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Week One

posted 4 Jul 2015, 07:18 by Flora Sewell   [ updated 21 Jul 2015, 08:12 by Academic Registrar ]
Buon pomeriggio (good afternoon),

A week ago today we trickled in through the arrivals door of the Fiumcino airport in Rome. Congregating with our (much needed) capuccini, we exchanged names and our interests in participating in the inaugural ART (Art, Religion, Theology) in Orvieto program. While bleary-eyed, we were all pretty excited to get to the monastery (renovated from the 13th century) where we would be staying. After a scenic bus-ride (which I largely missed due to jetlag) we pulled up beside an austere, salmon coloured building with rows of windows (some broken). "Really?" I thought. "Oh," said John (our host from Gordon college) "that's the eye sore of Orvieto, left over from the Fascist government. Don't worry, that's not the monastery." We off-loaded our bags and walked through the back to the monastery which is beautiful. Our lodgings back onto a church, and face the main street (the "Corso" as it's called). Were I a poet, I'd describe the streets with more charm. But suffice to say, they are worn and well-loved. All cobblestone, and fairly narrow (one has to watch for the occasional car or motorbike!). Shops line the Corso, but above them there are windows with over-hanging flower-boxes which provide a shock of colour. :).
Orvieto dates back to the time of the Etruscans, who inhabited Orvieto up until the 3rd century B.C. at which point the Romans barged in. This used to be the most important town in all of Etruria, and there are still remnants of the Etruscan temple at the bottom of the Corso (a three minute walk from the monastery).
John Skillen, our host, took us on a walking tour of Orvieto the day after we arrived. I couldn't believe the majesty of the Duomo, a massive church situated on the opposite end of the Corso (a 20 minute walk). As John explained, "it's not a cathedral, per se. A cathedral isn't just another name for a big church. It means that a pope or bishop resides there." A Pope did reside there once.  Pope Urban the IV lived in Orvieto in the middle ages during a time of unrest in Rome. He had the Duomo built there near his palace at a time of wealth and general expansion. Every time I see it, I catch my breath. It really comes out of nowhere. You're walking along a quaint, cobblestone street, turn a bend and BAM, there is this towering, magnificent church that seems too big (to my modern sensibilities) for a town so small.
The locals here take pride in the beauty of the Duomo, and it's common to see them sitting across the courtyard in the evening, with gelato in hand, admiring the exterior.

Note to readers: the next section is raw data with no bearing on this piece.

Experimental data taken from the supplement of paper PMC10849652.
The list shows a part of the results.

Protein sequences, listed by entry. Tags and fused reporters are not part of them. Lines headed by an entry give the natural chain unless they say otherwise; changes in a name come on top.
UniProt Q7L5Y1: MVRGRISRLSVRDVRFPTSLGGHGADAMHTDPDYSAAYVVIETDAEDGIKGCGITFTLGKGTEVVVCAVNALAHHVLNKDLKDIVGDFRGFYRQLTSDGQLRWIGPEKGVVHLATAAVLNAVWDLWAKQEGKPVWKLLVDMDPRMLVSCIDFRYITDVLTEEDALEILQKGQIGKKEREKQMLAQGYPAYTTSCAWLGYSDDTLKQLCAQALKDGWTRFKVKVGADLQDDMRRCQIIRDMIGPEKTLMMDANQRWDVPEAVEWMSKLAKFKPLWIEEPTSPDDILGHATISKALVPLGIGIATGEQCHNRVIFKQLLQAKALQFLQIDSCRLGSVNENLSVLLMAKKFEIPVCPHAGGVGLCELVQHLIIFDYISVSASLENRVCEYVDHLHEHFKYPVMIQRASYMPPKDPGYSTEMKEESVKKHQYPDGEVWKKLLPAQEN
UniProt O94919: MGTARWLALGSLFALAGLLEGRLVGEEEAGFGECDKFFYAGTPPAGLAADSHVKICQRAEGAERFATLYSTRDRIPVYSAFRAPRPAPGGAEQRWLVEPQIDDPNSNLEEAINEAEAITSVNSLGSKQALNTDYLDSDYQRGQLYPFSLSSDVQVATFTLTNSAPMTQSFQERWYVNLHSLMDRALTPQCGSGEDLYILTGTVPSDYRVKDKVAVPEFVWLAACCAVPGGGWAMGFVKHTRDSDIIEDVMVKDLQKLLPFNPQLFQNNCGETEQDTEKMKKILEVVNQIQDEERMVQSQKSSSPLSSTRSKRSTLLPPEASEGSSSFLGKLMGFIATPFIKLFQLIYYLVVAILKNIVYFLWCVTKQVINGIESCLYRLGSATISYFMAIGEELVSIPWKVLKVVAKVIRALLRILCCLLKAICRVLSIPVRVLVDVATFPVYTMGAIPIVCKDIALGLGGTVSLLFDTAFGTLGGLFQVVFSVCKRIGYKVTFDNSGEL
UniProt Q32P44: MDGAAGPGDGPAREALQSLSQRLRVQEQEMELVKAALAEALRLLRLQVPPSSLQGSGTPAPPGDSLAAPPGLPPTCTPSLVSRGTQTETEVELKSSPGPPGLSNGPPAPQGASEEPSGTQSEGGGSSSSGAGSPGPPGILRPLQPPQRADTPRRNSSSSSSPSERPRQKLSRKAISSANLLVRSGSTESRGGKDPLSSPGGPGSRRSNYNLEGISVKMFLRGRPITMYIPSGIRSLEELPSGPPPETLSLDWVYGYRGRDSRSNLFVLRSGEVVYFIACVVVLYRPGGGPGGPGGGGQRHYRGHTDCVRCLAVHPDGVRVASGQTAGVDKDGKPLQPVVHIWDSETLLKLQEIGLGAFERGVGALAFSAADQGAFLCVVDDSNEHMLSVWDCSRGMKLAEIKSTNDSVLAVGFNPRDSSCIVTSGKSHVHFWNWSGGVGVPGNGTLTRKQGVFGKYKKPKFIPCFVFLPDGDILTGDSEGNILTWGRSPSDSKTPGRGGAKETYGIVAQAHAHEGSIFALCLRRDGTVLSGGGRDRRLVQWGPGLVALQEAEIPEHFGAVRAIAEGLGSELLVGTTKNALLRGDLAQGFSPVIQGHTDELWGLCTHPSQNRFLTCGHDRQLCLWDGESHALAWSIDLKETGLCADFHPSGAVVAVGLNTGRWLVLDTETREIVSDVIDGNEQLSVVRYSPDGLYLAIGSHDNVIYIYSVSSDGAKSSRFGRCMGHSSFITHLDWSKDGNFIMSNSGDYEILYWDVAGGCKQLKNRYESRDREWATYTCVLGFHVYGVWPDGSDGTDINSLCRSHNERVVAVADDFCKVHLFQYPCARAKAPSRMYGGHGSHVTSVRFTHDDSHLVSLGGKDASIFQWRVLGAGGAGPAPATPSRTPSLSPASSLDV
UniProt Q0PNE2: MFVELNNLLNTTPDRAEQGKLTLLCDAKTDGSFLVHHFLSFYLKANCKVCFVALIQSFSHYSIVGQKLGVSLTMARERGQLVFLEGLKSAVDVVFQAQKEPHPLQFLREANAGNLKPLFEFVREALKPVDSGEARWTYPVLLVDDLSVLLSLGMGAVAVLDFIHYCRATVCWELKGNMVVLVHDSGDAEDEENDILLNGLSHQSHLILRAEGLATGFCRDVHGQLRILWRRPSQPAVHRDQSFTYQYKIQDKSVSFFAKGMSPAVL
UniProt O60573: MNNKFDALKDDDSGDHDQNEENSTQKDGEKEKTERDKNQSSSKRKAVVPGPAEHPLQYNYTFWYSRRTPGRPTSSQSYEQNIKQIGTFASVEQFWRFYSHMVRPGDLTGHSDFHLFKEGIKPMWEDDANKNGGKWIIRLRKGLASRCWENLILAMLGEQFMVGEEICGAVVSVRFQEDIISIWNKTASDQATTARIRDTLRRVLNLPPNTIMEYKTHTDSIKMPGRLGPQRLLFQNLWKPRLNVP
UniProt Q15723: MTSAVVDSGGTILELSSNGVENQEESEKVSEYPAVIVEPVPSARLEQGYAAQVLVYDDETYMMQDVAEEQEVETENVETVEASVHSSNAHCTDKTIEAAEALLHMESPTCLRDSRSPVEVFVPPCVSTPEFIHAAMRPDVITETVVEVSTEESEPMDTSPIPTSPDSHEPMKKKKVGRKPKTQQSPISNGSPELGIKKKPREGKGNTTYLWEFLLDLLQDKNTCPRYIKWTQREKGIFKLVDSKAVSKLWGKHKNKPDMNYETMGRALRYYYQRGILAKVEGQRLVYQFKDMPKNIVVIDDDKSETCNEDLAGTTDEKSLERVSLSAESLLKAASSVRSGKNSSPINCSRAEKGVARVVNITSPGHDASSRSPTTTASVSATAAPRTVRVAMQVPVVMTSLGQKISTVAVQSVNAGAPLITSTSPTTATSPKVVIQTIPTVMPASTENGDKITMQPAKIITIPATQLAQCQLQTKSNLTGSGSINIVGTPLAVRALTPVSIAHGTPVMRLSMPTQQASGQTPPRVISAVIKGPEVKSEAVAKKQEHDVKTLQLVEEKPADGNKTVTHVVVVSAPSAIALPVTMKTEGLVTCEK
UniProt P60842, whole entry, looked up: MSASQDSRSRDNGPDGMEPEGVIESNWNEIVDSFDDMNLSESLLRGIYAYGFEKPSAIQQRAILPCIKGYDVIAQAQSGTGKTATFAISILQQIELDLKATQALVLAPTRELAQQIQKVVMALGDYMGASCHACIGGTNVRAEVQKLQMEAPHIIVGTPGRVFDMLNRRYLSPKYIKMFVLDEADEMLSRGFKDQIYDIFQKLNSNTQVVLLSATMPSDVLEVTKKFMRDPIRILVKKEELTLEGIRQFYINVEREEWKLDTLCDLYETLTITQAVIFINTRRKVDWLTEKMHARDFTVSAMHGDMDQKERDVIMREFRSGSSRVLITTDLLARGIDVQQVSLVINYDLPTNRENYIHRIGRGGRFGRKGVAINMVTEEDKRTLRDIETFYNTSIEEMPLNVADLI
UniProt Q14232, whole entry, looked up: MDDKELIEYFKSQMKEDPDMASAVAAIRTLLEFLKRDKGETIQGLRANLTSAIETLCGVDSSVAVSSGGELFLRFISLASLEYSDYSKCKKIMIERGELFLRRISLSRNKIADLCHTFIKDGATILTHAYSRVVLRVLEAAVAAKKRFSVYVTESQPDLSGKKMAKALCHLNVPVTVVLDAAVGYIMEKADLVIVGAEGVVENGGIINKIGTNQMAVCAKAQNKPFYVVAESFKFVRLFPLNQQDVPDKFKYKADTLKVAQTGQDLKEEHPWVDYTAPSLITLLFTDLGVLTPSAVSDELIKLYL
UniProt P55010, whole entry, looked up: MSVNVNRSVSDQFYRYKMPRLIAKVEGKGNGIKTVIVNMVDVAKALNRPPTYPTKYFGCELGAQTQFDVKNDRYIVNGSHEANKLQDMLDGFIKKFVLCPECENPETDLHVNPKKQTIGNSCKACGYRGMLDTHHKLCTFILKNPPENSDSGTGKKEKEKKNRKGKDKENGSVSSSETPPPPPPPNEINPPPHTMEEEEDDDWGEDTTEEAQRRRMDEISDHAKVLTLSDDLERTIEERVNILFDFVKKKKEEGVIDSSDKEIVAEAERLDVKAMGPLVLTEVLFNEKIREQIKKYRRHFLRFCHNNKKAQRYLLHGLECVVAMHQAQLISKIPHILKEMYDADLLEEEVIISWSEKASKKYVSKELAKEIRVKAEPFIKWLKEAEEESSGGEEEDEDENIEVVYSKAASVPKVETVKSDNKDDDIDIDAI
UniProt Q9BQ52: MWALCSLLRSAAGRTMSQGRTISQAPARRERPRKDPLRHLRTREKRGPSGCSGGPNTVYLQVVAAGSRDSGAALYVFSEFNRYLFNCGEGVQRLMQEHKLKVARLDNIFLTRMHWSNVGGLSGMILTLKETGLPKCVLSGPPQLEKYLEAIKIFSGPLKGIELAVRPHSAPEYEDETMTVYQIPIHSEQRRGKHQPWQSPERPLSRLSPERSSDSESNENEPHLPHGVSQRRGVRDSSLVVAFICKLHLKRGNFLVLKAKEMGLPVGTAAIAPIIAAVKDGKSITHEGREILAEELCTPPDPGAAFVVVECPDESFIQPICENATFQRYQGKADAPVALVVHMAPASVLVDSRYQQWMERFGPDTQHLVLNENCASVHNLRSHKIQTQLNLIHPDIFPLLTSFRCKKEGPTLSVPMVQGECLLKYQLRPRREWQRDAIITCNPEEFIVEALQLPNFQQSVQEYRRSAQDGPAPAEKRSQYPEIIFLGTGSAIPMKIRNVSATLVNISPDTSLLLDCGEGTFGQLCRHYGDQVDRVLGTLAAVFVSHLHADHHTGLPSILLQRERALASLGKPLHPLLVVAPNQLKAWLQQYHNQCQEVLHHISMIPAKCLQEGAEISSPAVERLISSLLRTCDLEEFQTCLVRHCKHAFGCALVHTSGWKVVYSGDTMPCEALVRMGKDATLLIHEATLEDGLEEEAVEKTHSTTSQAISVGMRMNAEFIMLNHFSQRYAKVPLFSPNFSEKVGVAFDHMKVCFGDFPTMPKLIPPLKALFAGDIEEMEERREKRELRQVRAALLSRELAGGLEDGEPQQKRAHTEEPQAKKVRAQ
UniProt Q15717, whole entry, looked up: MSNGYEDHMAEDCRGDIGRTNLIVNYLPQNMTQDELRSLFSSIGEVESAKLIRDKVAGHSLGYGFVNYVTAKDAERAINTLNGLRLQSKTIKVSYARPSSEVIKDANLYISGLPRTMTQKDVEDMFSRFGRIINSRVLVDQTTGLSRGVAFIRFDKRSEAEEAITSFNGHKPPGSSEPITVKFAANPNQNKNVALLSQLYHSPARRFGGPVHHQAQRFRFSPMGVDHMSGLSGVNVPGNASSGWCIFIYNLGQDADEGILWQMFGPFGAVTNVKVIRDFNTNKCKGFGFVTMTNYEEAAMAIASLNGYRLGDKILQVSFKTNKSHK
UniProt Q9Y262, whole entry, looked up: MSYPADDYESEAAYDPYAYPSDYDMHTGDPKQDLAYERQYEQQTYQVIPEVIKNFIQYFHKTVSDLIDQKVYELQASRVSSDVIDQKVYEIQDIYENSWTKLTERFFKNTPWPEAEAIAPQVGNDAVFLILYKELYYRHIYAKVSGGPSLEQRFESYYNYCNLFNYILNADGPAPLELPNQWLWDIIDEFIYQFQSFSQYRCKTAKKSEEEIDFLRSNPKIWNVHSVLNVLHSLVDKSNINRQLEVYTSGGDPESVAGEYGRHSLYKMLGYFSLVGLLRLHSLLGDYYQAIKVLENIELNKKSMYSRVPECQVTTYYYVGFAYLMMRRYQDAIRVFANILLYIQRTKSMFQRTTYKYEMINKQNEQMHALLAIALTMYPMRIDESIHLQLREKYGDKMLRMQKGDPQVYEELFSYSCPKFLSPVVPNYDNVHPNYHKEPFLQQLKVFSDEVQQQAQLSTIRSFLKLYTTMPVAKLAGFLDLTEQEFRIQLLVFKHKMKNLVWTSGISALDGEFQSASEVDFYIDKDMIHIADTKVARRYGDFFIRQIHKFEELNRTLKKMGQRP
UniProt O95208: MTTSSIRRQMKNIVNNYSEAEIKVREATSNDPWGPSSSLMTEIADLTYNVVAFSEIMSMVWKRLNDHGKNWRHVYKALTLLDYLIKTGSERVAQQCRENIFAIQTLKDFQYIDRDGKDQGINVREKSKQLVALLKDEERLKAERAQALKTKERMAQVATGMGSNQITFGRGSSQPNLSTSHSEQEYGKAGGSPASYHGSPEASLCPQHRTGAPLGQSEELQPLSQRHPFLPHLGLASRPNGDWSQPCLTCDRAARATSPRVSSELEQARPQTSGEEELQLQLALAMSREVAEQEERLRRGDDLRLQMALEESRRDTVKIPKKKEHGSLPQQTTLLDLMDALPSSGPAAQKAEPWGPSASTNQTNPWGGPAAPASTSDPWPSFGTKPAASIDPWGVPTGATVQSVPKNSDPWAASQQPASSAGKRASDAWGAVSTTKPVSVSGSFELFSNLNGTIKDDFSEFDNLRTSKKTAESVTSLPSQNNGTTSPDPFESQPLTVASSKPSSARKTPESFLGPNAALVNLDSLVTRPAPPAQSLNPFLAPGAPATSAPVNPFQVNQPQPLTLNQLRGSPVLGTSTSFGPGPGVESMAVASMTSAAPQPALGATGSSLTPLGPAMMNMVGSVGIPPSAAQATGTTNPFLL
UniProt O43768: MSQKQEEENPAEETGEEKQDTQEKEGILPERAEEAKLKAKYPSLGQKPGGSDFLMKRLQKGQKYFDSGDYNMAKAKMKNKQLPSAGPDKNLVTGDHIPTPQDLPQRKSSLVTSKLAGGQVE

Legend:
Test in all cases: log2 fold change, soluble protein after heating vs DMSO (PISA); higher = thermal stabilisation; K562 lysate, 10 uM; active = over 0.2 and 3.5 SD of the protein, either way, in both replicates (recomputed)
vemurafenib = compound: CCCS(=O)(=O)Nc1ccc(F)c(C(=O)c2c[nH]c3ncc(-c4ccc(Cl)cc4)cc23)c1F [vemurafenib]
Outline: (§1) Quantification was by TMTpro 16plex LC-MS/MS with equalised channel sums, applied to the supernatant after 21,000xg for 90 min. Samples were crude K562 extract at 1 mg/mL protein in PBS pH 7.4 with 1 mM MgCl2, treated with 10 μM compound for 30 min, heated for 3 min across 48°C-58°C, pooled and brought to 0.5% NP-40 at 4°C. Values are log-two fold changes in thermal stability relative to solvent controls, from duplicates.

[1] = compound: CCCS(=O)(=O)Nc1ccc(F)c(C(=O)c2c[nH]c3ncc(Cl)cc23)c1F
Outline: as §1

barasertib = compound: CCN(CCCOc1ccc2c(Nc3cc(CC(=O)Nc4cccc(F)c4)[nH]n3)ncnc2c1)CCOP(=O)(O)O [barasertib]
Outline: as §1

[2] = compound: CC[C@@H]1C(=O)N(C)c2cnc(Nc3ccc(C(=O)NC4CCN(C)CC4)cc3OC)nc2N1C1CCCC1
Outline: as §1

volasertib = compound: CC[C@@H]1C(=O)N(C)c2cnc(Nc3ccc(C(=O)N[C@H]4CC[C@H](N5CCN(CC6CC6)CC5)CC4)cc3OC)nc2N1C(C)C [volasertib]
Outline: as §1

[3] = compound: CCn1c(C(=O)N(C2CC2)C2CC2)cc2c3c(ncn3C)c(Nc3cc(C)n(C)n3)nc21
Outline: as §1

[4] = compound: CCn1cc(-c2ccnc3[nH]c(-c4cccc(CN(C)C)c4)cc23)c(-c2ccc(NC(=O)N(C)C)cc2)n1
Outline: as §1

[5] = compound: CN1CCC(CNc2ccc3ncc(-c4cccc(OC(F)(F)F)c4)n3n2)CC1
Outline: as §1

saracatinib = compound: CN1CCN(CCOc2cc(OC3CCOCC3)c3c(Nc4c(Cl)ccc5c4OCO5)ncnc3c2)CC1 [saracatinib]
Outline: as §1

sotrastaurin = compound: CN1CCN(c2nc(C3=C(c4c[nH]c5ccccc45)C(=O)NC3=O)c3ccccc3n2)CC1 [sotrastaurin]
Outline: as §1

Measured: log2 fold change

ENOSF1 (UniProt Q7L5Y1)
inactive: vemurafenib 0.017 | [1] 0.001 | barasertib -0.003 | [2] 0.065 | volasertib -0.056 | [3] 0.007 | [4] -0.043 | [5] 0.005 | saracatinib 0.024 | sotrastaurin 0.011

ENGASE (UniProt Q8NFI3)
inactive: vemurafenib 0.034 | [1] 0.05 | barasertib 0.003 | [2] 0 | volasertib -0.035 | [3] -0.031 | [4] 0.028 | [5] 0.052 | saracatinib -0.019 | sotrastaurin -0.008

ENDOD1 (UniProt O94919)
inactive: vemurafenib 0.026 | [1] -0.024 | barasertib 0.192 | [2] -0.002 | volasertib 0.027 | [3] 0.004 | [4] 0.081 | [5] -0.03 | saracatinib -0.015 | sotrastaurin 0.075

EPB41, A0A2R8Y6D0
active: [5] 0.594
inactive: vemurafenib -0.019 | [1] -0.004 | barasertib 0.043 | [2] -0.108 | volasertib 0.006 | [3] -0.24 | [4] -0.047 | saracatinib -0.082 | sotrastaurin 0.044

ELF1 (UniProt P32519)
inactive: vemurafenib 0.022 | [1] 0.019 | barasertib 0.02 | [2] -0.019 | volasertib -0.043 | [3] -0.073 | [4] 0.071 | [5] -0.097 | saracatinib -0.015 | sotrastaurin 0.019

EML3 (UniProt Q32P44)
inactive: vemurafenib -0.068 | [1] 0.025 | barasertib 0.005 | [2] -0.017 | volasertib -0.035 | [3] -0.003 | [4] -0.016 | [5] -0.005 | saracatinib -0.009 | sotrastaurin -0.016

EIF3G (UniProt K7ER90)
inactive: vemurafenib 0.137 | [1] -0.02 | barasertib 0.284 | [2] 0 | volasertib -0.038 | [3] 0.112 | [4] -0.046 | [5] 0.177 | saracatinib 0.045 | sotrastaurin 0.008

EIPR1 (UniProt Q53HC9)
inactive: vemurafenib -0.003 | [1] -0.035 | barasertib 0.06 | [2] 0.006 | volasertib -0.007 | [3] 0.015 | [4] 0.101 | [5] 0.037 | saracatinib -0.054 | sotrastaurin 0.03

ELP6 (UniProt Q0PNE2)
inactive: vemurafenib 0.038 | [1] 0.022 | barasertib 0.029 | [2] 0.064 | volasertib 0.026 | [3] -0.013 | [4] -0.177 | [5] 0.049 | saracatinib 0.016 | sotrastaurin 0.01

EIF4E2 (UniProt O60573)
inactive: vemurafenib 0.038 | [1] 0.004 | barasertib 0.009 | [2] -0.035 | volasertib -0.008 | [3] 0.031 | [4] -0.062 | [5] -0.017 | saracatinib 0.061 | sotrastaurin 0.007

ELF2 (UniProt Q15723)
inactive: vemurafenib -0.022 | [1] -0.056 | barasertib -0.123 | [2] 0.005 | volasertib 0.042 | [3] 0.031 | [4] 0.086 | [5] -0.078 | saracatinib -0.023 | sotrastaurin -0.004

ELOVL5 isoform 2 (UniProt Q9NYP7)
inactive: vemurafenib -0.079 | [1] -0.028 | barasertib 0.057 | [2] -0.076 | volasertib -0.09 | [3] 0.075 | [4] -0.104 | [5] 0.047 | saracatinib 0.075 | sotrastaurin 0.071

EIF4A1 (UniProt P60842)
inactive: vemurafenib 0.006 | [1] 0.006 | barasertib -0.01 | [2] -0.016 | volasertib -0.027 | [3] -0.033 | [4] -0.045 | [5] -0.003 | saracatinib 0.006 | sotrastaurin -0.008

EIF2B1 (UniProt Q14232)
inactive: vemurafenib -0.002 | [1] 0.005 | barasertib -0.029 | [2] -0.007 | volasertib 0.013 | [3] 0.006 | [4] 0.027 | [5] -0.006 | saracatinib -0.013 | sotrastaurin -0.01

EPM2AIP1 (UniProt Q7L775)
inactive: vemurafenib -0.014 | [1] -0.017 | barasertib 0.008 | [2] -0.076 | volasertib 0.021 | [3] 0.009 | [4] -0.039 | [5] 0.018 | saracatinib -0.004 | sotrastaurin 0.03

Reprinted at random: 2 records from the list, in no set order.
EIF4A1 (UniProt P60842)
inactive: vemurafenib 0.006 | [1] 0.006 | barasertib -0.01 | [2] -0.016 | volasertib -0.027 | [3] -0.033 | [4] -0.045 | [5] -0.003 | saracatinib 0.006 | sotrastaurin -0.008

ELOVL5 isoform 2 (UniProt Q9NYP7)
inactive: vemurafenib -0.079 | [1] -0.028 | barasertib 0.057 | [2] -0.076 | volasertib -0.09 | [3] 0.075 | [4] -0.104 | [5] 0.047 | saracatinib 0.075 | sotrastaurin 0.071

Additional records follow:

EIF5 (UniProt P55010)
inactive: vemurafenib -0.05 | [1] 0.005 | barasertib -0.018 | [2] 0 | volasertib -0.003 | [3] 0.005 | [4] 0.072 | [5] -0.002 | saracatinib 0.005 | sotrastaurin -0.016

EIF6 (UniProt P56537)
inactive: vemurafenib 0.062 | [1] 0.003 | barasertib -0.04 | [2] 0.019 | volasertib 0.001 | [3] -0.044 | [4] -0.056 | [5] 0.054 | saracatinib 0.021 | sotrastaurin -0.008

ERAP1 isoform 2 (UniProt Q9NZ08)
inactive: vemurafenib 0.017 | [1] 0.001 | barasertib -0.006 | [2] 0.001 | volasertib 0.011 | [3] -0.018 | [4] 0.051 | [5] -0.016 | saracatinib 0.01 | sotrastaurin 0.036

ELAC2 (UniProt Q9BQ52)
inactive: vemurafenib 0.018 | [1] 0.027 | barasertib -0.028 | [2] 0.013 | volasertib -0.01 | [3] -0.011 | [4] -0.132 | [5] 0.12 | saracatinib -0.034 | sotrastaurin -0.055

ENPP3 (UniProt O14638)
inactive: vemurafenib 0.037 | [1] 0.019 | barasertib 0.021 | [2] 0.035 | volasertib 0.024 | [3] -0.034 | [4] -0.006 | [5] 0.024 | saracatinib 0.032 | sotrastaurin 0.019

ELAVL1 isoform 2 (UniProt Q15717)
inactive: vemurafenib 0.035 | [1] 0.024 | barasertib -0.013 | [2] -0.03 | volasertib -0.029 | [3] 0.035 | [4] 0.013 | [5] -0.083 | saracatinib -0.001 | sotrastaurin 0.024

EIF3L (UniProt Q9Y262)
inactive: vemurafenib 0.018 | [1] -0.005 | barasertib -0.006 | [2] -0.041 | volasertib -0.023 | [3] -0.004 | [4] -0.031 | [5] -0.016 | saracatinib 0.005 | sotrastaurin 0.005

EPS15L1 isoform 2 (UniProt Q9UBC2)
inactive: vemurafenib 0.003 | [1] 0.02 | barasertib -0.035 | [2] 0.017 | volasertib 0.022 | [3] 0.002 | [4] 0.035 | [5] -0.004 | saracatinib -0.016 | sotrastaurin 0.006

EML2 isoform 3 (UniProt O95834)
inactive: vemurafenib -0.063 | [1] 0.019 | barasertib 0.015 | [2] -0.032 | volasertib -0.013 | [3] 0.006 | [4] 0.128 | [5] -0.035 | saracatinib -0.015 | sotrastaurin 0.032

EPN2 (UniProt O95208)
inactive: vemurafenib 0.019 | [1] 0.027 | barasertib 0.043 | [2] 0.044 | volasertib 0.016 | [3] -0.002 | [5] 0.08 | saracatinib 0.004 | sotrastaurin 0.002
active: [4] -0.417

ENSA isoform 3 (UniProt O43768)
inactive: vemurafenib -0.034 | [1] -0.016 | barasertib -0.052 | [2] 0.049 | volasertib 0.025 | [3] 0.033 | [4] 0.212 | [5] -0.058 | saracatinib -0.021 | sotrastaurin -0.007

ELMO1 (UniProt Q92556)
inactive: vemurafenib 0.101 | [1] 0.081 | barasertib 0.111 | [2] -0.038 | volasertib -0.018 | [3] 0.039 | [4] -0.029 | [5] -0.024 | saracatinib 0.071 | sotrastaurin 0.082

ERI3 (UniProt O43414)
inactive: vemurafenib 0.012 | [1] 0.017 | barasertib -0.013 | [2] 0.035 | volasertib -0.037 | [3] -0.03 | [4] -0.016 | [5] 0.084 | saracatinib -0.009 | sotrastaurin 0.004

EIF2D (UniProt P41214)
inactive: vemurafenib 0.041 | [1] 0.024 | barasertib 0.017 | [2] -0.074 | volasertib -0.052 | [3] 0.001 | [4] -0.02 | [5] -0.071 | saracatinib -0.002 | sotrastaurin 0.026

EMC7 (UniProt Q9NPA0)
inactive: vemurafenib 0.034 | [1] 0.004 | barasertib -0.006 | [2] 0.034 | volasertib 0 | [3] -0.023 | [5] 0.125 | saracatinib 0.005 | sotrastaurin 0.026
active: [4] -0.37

A word about Italian. Most shop-keepers do not speak English, though I've managed to get by with hand gestures, smiles and the respectful, "Excuse me, I am sorry, but I do not speak Italian. Only English," which John taught me to say in Italian. This seems to be a fairly ordinary thing for them, and we manage to get by with little trouble. The younger hires speak more English, particularly in clothes stores where I'm assuming tourists flock.
It has been lovely to wake up to birdsong. I have gotten so used to the sounds of American and Canadian birds. By virtue of being different, the morning chorus catches my attention more.
Our meals together have been the primary time to get to know one another. We have breakfast in the morning at 8:00 AM (a light course of coffee, tea, muesli, yogurt, and/or a cornet (pastry)). The Italians aren't big on breakfast,  but consider lunchtime to be the main meal of the day.  And it is. At lunchtime we gather for (usually) a big pasta dish, salad, beans (or some other cooked vegetable) and meat. Today was the Fourth of July, and Georgio (the cook) surprised us with Watermelon. :) The evening meal is slightly smaller, and mirrors lunchtime. After dinner, many of us go for a walk, or go up the Corso for gelato.
Rebekah Smick's class meets every other day from 9:30-12:30 in the morning. We have begun by looking at what the classical philosopher's said about the recognition of beauty, and the purpose of beauty. Our readings have included portions of Aristotle and Pythagoras. In our last class we moved on to read what the early church fathers had to say about beauty (delving into the likes of Origen, Tertullian, Augustine and Gregory of Nyssa.) Having only met twice so far, I have only to say that we are laying down a framework to consider the role and use of art and the image in Christianity.
Yesterday we took the train to Rome as a group, and spent the day looking through churches, guided by Rebekah and her husband Thomas (an historian and expert on the development of Christianity.)  One thing that stood out to most of us was learning about St. Pundenziana and St.Praxedes. We visited the (fairly early!) churches named after them, though none of us had even heard of these two sisters from antiquity. St. Pundenziana and St. Praxedes were Roman citizens, daughters to the convert St.Pudens. They were known to have defied Roman law by providing Christian burial to the martyrs, and were consequently martyred themselves. They appear alongside the apostles and other important figures in mosaics dating backs to 300 A.D., a striking thing to see. St.Pundenziana is considered to be the oldest place of worship in Rome having been built on top of a 2nd century house church in the 4th century.
There's plenty more to say about Rome, but I'll leave that till the next blog entry. Must get down to the studio to work. Oh, that's another thing to cover in the next entry, the workshops! Ciao for now.